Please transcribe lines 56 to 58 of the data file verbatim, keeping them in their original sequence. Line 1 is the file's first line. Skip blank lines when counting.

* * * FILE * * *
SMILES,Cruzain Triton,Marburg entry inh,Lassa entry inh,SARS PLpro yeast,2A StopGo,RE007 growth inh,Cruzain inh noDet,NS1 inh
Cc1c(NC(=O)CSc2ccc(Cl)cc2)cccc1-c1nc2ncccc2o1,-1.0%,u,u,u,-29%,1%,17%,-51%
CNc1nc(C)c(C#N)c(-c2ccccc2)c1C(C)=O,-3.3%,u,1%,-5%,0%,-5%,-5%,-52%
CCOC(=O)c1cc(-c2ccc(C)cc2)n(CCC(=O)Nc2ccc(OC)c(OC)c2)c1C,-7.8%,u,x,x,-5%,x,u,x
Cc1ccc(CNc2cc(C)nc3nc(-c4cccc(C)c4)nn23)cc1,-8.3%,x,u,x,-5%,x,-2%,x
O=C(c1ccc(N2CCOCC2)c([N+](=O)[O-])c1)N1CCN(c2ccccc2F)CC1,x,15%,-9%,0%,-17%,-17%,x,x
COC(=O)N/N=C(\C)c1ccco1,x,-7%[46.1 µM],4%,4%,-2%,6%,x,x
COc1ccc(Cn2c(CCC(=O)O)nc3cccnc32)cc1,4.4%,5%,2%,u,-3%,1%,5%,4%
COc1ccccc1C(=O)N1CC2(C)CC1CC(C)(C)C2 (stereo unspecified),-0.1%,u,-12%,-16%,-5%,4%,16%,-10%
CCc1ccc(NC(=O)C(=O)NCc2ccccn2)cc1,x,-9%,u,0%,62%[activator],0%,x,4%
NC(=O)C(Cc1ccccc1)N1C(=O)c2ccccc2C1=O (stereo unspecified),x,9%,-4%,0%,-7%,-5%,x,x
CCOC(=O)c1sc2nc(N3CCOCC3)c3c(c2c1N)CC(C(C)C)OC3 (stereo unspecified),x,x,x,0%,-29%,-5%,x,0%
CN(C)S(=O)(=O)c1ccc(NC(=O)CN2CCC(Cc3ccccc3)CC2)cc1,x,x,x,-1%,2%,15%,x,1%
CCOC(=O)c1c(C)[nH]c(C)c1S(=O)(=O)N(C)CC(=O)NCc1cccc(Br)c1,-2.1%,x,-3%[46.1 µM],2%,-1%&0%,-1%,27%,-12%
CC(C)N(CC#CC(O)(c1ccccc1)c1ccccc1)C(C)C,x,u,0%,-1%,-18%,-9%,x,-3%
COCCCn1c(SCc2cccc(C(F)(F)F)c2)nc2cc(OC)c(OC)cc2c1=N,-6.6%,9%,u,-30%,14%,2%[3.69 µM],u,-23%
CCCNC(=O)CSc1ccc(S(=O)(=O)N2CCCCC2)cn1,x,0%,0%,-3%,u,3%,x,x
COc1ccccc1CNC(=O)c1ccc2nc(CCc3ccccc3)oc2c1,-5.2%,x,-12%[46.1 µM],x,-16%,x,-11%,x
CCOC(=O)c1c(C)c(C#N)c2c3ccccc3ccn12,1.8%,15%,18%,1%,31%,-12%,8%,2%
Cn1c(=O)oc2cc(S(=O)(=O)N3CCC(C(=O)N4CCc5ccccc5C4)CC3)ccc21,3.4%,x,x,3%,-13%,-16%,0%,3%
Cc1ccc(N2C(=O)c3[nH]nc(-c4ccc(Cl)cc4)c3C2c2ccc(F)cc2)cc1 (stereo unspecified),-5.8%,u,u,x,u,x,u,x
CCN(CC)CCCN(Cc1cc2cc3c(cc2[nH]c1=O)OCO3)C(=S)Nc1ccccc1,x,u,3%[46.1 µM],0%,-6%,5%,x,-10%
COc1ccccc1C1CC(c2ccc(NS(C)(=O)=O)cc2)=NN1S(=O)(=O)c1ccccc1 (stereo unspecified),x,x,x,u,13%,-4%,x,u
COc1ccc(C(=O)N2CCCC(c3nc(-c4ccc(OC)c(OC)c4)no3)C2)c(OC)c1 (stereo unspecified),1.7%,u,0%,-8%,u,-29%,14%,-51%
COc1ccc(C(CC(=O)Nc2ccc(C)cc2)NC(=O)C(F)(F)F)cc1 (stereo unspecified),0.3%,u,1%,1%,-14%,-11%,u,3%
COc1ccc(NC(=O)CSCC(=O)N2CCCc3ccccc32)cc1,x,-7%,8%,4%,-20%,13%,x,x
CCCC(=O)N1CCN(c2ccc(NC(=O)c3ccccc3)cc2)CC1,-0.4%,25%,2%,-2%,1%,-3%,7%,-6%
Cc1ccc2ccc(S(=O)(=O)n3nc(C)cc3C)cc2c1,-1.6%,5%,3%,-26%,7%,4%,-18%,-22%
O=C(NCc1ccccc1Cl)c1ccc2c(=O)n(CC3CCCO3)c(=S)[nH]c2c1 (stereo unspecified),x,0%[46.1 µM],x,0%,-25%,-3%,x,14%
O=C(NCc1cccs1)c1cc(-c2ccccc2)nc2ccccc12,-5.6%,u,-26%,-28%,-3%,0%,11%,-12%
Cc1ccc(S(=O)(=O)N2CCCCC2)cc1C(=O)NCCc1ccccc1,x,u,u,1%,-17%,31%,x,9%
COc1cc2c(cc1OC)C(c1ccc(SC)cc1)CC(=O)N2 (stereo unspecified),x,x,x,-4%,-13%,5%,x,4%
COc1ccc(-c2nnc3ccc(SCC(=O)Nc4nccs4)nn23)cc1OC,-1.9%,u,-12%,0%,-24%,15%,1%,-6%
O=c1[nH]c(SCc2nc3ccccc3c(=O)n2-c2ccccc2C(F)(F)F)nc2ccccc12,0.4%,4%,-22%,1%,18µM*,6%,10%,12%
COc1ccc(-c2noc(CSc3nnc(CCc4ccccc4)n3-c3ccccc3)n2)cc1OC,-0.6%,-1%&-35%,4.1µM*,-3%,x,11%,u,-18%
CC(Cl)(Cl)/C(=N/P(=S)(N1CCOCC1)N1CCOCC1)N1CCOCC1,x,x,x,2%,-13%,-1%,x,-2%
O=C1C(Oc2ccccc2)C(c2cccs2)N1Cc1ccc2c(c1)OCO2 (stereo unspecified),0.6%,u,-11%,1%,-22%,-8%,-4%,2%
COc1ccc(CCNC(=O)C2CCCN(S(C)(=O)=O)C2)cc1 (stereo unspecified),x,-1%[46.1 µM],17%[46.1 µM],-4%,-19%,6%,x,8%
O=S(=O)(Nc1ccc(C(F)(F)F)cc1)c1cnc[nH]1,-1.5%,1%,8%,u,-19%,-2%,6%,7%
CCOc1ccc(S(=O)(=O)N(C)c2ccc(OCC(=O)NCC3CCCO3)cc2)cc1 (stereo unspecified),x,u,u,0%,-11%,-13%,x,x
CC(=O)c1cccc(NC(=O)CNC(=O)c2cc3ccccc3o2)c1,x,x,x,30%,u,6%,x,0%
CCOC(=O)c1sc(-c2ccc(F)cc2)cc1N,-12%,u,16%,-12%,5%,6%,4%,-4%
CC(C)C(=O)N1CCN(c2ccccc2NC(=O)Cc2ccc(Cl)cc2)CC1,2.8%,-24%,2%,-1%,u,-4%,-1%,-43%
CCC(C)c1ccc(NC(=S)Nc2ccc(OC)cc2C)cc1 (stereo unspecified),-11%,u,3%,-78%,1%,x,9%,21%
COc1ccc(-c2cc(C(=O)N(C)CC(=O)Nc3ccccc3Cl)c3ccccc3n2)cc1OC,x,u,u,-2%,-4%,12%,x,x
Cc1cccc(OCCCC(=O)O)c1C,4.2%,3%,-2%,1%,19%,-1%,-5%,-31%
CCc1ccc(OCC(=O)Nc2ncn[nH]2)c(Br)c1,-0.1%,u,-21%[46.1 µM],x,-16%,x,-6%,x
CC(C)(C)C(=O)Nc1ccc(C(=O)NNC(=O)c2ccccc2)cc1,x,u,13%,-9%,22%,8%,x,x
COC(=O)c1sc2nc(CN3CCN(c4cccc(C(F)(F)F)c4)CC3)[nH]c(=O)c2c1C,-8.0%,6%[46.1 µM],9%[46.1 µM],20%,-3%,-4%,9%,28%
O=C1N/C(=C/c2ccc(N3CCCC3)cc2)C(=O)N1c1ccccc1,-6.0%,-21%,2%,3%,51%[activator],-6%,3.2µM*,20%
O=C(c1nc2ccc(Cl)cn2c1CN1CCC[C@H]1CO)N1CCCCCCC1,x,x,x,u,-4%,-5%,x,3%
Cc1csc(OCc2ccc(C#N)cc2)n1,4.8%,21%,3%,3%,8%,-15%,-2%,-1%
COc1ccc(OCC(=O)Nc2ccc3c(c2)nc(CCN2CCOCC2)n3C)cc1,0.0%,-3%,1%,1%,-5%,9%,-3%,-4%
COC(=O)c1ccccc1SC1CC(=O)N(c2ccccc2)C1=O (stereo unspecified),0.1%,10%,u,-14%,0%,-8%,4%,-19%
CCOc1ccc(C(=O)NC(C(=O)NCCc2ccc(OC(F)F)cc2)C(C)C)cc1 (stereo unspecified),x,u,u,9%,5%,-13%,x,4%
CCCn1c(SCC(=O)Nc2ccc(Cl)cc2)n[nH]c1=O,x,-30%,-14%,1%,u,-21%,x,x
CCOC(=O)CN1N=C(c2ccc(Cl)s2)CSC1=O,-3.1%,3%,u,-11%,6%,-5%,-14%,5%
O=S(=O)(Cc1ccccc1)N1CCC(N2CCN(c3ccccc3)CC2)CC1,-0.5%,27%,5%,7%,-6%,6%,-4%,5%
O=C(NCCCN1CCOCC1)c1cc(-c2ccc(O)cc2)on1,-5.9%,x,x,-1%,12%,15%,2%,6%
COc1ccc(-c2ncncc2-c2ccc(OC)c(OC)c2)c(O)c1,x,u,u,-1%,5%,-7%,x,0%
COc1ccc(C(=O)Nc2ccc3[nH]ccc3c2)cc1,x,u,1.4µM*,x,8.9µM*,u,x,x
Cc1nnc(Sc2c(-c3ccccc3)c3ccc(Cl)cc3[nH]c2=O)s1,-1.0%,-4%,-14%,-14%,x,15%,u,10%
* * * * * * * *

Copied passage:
CCCn1c(SCC(=O)Nc2ccc(Cl)cc2)n[nH]c1=O,x,-30%,-14%,1%,u,-21%,x,x
CCOC(=O)CN1N=C(c2ccc(Cl)s2)CSC1=O,-3.1%,3%,u,-11%,6%,-5%,-14%,5%
O=S(=O)(Cc1ccccc1)N1CCC(N2CCN(c3ccccc3)CC2)CC1,-0.5%,27%,5%,7%,-6%,6%,-4%,5%